strange things in this changeful world, this seemed
the strangest, and
the most difficult to get packed quietly down into my awkward mind. Therefore
I will have to get you to excuse the confusion I fell into at the beginning
of my letter, I mean to come to you in a year or two, or any time soon,
to see you all in your new developments. The sweet blooming underbrush
of boys and girls--Moores, Merrills, Graydons, etc.--was very refreshing
and pleasant to me all my Indiana days, and now that you have
all grown up into trees, strong and thrifty, waving your outreaching branches
in God's Light, I am sure I shall love you all. Going to Indianapolis is
one of the brightest of my hopes. It seems but yesterday since I left you
all. And indeed, in very truth, all these years have been to me one unbroken
day, one continuous walk in one grand garden.
I'm glad you like my wee dear ouzel. He is one of the most complete
of God's small darlings. I found him in Alaska a month or two ago. I made
a long canoe trip of seven hundred miles from Fort Wrangell northward,
exploring the glaciers and icy fiords of the coast and inland channels
with one white man and four Indians. And on the way back to Wrangell, while
exploring one of the deep fiords with lofty walls like those of Yosemite
Valley, and with its waters crowded with immense bergs discharged from
the noble glaciers, I found a single specimen of his blessed tribe. We
had camped on the shore of the fiord among huge icebergs that had been
stranded at high tide, and next morning made haste to get away, fearing
that we would be frozen in for the winter; and while pushing our canoe
through the bergs, admiring and fearing the grand beauty of the icy wilderness,
my blessed favorite came out from the shore to see me, flew once round
the boat, gave one cheery note of welcome, while seeming to say, "You need
not fear this ice and frost, for you see I am here," then flew back to
the shore and alighted on the edge of a big white berg, not so far away
but that I could see him doing his happy manners.
In this one summer in the white Northland I have seen perhaps ten times
as many glacier's as there are in all Switzerland. But I cannot hope to
tell you about them now, or hardly indeed at any time, for the best things
and thoughts one gets from Nature we dare not tell. I will be so happy
to see you again, not to renew my acquaintance, for that has not been for
a moment interrupted, but to know you better in your new growth.
Ever your friend
Years afterwards Dr. Jordan, as he notes in his autobiography, The
Days of a Man, took the opportunity to bestow the name Ouzel Basin
on the old glacier channel "near which John Muir sketched his unrivaled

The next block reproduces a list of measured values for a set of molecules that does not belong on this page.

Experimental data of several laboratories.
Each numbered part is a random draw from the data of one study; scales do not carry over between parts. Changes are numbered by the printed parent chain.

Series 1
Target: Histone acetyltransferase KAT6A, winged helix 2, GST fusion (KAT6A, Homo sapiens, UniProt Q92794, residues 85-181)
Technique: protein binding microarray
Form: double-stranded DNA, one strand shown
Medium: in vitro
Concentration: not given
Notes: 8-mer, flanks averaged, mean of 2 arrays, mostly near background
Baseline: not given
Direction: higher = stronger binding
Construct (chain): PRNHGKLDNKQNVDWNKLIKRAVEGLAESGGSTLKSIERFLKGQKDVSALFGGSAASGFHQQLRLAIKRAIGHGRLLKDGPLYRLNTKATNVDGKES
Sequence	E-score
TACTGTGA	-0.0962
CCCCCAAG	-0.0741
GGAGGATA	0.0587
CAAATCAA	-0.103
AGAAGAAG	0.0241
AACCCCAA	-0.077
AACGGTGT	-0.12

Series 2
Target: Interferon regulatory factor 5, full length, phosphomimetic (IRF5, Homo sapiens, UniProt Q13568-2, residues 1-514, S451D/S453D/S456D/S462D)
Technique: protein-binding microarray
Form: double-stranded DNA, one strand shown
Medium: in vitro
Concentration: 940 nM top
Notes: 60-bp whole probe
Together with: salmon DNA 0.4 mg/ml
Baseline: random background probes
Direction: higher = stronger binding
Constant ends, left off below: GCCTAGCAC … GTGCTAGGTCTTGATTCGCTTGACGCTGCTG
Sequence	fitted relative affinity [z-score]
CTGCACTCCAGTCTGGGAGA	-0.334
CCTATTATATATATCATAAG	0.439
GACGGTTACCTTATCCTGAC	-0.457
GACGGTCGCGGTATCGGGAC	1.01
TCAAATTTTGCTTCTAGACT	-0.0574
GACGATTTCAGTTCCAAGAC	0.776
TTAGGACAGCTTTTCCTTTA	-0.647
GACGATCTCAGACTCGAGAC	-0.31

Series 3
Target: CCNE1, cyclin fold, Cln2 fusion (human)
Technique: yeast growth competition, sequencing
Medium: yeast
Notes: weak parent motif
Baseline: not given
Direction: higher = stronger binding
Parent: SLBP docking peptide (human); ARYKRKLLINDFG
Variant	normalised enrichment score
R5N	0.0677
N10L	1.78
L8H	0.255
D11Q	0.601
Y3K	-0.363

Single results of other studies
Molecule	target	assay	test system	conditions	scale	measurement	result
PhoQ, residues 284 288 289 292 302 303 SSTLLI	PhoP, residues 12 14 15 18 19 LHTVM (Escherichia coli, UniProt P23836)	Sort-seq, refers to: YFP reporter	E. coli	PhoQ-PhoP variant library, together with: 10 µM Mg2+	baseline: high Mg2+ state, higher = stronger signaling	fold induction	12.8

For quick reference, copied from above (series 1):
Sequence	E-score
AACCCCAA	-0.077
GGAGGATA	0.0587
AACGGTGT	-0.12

biography of a water ouzel."
Any one who has heard the February merriment of Western meadowlarks
in the Alhambra Valley must know that winter gets but a slight foothold
there, for it tilts toward the sun, and is in full radiance of blossom
and song during March and April. John Muir and Louie Wanda Strentzel chose
the fourteenth of the latter flower month for their wedding day and were
ready to share their secret with their friends. "Visited the immortals
Brown and Swett," confesses John to his fiancée in one of his notes,
and the announcement was followed immeately by shoals of congratulatory
letters. The one from Mrs. John Swett, in whose home he had spent so many
happy days, is not only fairly indicative of the common opinion, but draws
some lines of Muir's character that make it worthy of a place here.
To Louie Wanda Strentzel
My Dear Miss Strentzel:
April 8, 1880
When Mr. Muir made his appearance the other night I thought he had
a sheepish twinkle in his eye, but ascribed it to a guilty consciousness
that he had been up to Martinez again and a fear of being rallied about
it. Judge then of the sensation when he exploded his bombshell! At first
laughing incredulity--it was April. We were on our guard against being
taken in, but the mention of Dr. Dwinell's name and a date settled it,
and I have hunted up a pen to write you a letter of congratulation. For
John and I are jubilant over the match. It gratifies completely our sense
of fitness, for you both have a fair foundation of the essentials of good
health, good looks, good temper, etc. Then you both have culture, and to
crown all you have "prospects" and he has talent and distinction.
But I hope you are good at a hair-splitting argument. You will need
to be to hold your own with him. Five times to-day has he vanquished me.
Not that I admitted it to him--no, never! He not only excels in argument,
but always takes the highest ground--is always on the right side. He told